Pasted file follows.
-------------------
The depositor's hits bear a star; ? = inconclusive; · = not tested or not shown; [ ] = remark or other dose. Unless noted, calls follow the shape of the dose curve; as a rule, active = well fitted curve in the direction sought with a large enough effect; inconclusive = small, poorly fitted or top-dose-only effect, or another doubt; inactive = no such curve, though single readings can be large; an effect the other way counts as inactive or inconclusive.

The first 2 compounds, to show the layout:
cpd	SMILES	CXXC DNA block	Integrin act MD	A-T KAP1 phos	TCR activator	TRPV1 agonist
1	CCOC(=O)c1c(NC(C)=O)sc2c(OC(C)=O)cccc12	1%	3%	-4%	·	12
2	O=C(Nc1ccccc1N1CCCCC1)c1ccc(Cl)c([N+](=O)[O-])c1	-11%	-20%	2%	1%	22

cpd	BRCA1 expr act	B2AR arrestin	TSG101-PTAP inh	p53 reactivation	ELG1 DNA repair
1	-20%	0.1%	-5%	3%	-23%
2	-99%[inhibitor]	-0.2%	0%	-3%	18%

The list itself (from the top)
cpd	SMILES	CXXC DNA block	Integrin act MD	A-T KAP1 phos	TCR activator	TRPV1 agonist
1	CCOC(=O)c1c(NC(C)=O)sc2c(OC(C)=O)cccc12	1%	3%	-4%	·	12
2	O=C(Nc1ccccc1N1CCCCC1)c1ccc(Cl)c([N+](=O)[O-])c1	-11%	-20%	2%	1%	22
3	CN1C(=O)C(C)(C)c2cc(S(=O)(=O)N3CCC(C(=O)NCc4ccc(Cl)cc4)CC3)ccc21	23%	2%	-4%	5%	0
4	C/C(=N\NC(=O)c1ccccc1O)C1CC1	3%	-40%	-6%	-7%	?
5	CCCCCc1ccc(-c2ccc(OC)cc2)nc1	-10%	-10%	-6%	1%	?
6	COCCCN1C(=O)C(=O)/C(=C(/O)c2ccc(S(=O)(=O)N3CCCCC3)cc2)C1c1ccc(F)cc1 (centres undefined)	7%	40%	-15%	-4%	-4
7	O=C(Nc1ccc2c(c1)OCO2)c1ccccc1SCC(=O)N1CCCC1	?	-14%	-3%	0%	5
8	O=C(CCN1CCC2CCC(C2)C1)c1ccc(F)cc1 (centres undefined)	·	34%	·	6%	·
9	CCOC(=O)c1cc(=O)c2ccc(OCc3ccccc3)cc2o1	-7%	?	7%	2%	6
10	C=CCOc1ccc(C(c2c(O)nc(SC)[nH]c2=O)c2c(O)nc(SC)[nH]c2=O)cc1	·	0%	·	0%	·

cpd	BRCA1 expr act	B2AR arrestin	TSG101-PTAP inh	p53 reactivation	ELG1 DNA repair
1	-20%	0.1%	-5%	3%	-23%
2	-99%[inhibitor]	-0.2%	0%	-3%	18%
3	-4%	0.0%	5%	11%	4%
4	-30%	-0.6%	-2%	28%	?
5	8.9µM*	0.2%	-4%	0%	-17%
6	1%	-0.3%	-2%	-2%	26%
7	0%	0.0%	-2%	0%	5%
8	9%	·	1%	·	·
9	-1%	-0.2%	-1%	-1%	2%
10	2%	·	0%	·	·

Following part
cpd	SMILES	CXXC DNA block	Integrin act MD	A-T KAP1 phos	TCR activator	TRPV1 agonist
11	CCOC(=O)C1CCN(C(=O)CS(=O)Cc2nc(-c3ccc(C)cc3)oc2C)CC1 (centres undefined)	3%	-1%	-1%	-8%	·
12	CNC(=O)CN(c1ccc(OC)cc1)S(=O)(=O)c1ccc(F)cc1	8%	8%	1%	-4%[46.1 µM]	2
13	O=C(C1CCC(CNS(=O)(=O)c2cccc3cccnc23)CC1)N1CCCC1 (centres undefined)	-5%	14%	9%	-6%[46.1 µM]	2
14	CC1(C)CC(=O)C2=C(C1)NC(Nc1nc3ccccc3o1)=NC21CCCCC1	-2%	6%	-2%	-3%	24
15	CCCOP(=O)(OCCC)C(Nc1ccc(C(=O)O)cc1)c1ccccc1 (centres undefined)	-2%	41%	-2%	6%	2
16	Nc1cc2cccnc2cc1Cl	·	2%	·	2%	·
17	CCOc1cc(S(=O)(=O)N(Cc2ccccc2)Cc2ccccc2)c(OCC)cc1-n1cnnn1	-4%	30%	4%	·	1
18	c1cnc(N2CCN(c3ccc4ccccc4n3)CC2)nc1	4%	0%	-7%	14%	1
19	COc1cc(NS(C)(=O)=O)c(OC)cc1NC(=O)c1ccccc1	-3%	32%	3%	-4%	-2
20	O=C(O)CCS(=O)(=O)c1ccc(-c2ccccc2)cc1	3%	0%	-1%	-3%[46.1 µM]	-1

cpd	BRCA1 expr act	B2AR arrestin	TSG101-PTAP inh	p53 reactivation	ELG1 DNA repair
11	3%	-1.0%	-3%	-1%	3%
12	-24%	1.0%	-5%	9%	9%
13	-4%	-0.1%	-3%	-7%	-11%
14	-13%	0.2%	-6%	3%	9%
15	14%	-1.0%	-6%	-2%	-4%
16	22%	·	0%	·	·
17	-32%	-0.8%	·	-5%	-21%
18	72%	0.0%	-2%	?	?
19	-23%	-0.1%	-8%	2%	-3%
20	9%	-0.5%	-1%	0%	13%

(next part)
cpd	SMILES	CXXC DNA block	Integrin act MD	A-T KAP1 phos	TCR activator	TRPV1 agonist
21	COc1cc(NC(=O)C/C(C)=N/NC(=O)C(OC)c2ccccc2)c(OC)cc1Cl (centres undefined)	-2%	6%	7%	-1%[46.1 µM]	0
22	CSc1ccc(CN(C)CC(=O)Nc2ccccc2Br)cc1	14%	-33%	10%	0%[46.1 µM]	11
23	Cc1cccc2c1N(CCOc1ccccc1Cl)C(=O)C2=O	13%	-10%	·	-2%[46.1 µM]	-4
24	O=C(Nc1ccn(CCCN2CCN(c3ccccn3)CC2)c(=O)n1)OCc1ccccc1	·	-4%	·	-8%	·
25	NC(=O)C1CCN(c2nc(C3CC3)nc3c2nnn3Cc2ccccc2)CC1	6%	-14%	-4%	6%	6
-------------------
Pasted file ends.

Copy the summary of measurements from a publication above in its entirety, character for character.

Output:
The depositor's hits bear a star; ? = inconclusive; · = not tested or not shown; [ ] = remark or other dose. Unless noted, calls follow the shape of the dose curve; as a rule, active = well fitted curve in the direction sought with a large enough effect; inconclusive = small, poorly fitted or top-dose-only effect, or another doubt; inactive = no such curve, though single readings can be large; an effect the other way counts as inactive or inconclusive.

The first 2 compounds, to show the layout:
cpd	SMILES	CXXC DNA block	Integrin act MD	A-T KAP1 phos	TCR activator	TRPV1 agonist
1	CCOC(=O)c1c(NC(C)=O)sc2c(OC(C)=O)cccc12	1%	3%	-4%	·	12
2	O=C(Nc1ccccc1N1CCCCC1)c1ccc(Cl)c([N+](=O)[O-])c1	-11%	-20%	2%	1%	22

cpd	BRCA1 expr act	B2AR arrestin	TSG101-PTAP inh	p53 reactivation	ELG1 DNA repair
1	-20%	0.1%	-5%	3%	-23%
2	-99%[inhibitor]	-0.2%	0%	-3%	18%

The list itself (from the top)
cpd	SMILES	CXXC DNA block	Integrin act MD	A-T KAP1 phos	TCR activator	TRPV1 agonist
1	CCOC(=O)c1c(NC(C)=O)sc2c(OC(C)=O)cccc12	1%	3%	-4%	·	12
2	O=C(Nc1ccccc1N1CCCCC1)c1ccc(Cl)c([N+](=O)[O-])c1	-11%	-20%	2%	1%	22
3	CN1C(=O)C(C)(C)c2cc(S(=O)(=O)N3CCC(C(=O)NCc4ccc(Cl)cc4)CC3)ccc21	23%	2%	-4%	5%	0
4	C/C(=N\NC(=O)c1ccccc1O)C1CC1	3%	-40%	-6%	-7%	?
5	CCCCCc1ccc(-c2ccc(OC)cc2)nc1	-10%	-10%	-6%	1%	?
6	COCCCN1C(=O)C(=O)/C(=C(/O)c2ccc(S(=O)(=O)N3CCCCC3)cc2)C1c1ccc(F)cc1 (centres undefined)	7%	40%	-15%	-4%	-4
7	O=C(Nc1ccc2c(c1)OCO2)c1ccccc1SCC(=O)N1CCCC1	?	-14%	-3%	0%	5
8	O=C(CCN1CCC2CCC(C2)C1)c1ccc(F)cc1 (centres undefined)	·	34%	·	6%	·
9	CCOC(=O)c1cc(=O)c2ccc(OCc3ccccc3)cc2o1	-7%	?	7%	2%	6
10	C=CCOc1ccc(C(c2c(O)nc(SC)[nH]c2=O)c2c(O)nc(SC)[nH]c2=O)cc1	·	0%	·	0%	·

cpd	BRCA1 expr act	B2AR arrestin	TSG101-PTAP inh	p53 reactivation	ELG1 DNA repair
1	-20%	0.1%	-5%	3%	-23%
2	-99%[inhibitor]	-0.2%	0%	-3%	18%
3	-4%	0.0%	5%	11%	4%
4	-30%	-0.6%	-2%	28%	?
5	8.9µM*	0.2%	-4%	0%	-17%
6	1%	-0.3%	-2%	-2%	26%
7	0%	0.0%	-2%	0%	5%
8	9%	·	1%	·	·
9	-1%	-0.2%	-1%	-1%	2%
10	2%	·	0%	·	·

Following part
cpd	SMILES	CXXC DNA block	Integrin act MD	A-T KAP1 phos	TCR activator	TRPV1 agonist
11	CCOC(=O)C1CCN(C(=O)CS(=O)Cc2nc(-c3ccc(C)cc3)oc2C)CC1 (centres undefined)	3%	-1%	-1%	-8%	·
12	CNC(=O)CN(c1ccc(OC)cc1)S(=O)(=O)c1ccc(F)cc1	8%	8%	1%	-4%[46.1 µM]	2
13	O=C(C1CCC(CNS(=O)(=O)c2cccc3cccnc23)CC1)N1CCCC1 (centres undefined)	-5%	14%	9%	-6%[46.1 µM]	2
14	CC1(C)CC(=O)C2=C(C1)NC(Nc1nc3ccccc3o1)=NC21CCCCC1	-2%	6%	-2%	-3%	24
15	CCCOP(=O)(OCCC)C(Nc1ccc(C(=O)O)cc1)c1ccccc1 (centres undefined)	-2%	41%	-2%	6%	2
16	Nc1cc2cccnc2cc1Cl	·	2%	·	2%	·
17	CCOc1cc(S(=O)(=O)N(Cc2ccccc2)Cc2ccccc2)c(OCC)cc1-n1cnnn1	-4%	30%	4%	·	1
18	c1cnc(N2CCN(c3ccc4ccccc4n3)CC2)nc1	4%	0%	-7%	14%	1
19	COc1cc(NS(C)(=O)=O)c(OC)cc1NC(=O)c1ccccc1	-3%	32%	3%	-4%	-2
20	O=C(O)CCS(=O)(=O)c1ccc(-c2ccccc2)cc1	3%	0%	-1%	-3%[46.1 µM]	-1

cpd	BRCA1 expr act	B2AR arrestin	TSG101-PTAP inh	p53 reactivation	ELG1 DNA repair
11	3%	-1.0%	-3%	-1%	3%
12	-24%	1.0%	-5%	9%	9%
13	-4%	-0.1%	-3%	-7%	-11%
14	-13%	0.2%	-6%	3%	9%
15	14%	-1.0%	-6%	-2%	-4%
16	22%	·	0%	·	·
17	-32%	-0.8%	·	-5%	-21%
18	72%	0.0%	-2%	?	?
19	-23%	-0.1%	-8%	2%	-3%
20	9%	-0.5%	-1%	0%	13%

(next part)
cpd	SMILES	CXXC DNA block	Integrin act MD	A-T KAP1 phos	TCR activator	TRPV1 agonist
21	COc1cc(NC(=O)C/C(C)=N/NC(=O)C(OC)c2ccccc2)c(OC)cc1Cl (centres undefined)	-2%	6%	7%	-1%[46.1 µM]	0
22	CSc1ccc(CN(C)CC(=O)Nc2ccccc2Br)cc1	14%	-33%	10%	0%[46.1 µM]	11
23	Cc1cccc2c1N(CCOc1ccccc1Cl)C(=O)C2=O	13%	-10%	·	-2%[46.1 µM]	-4
24	O=C(Nc1ccn(CCCN2CCN(c3ccccn3)CC2)c(=O)n1)OCc1ccccc1	·	-4%	·	-8%	·
25	NC(=O)C1CCN(c2nc(C3CC3)nc3c2nnn3Cc2ccccc2)CC1	6%	-14%	-4%	6%	6